ORITI: Okay let's look at a state level. I know that you can't speak for your colleagues at the state level in Queensland but the pandemic is clearly not over. Your electorate is located in fact in greater Brisbane, it's in lockdown. Are businesses in your region feeling the impact at the moment?
CHALMERS: Certainly Tom a couple of those suburbs which have been mostly at risk in this lockdown including Algester and Calamvale are in my electorate. So it has been a very concerning time not just for local businesses but local families as well, who have on the whole done the right thing the last few days and I commend them for that. We'll hear a bit more I think in 20 minutes or so from Premier Palaszczuk about what the future of the lockdown is and whether or not there's been any more cases overnight. But I think, on the whole, people have been very understanding when there are hotspots like there has been in my neck of the woods you need to get on top of them, you need to take the medical advice and act decisively. That's what Premier Palaszczuk has done and I really commend her for that.
ORITI: There have been no cases in Queensland for the last two days. We know about this concern involving the highly contagious new UK strain I understand that, but I mean, is there a sense that Queensland jumped the gun a bit on going into this complete snap lockdown?
CHALMERS: I don't think so Tom. I think it's a sign that we take these sorts of developments very seriously. That's in the main what I think people want the state government to do and the national government as well, so that we can get on top of things. Our enemy here is complacency. If we get complacent about the virus, particularly when it shows up, this particular strain which has showed up, if we're complacent about it, then that's a recipe for disaster in our local communities and our local businesses. So we need to get on top of things, that means acting decisively on medical advice and that's what's happened here. I think people are largely supportive of that here in my part of the world and around southeast Queensland.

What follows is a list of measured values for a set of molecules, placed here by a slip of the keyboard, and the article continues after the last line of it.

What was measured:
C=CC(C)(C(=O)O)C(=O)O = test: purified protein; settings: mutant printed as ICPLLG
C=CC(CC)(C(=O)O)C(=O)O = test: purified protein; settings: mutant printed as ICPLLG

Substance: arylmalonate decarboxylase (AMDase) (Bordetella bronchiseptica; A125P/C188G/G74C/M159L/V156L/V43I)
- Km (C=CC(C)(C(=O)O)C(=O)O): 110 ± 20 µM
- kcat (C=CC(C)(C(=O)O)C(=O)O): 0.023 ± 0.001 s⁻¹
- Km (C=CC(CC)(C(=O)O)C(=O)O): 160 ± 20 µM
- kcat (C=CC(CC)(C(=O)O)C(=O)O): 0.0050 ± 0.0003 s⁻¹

ORITI: As you say we're expecting a bit of a development perhaps in about 20 minutes time which we will bring you live here at ABC News Radio. Are you confident the lockdown will be lifted tonight as planned?
CHALMERS: I don't want to pre-empt what the Premier will say shortly but what I am supremely confident of is that Annastasia has taken the medical advice seriously she's acted decisively to protect Queenslanders and their economy throughout the course of the last 12 months or so. People are very supportive of the actions she's taken because she's always taken the right decisions for the right reasons. I'm sure she'll continue to do that, whatever the developments are.
ORITI: Okay, Jim Chalmers thank you very much for your time.
CHALMERS: Thanks so much Tom.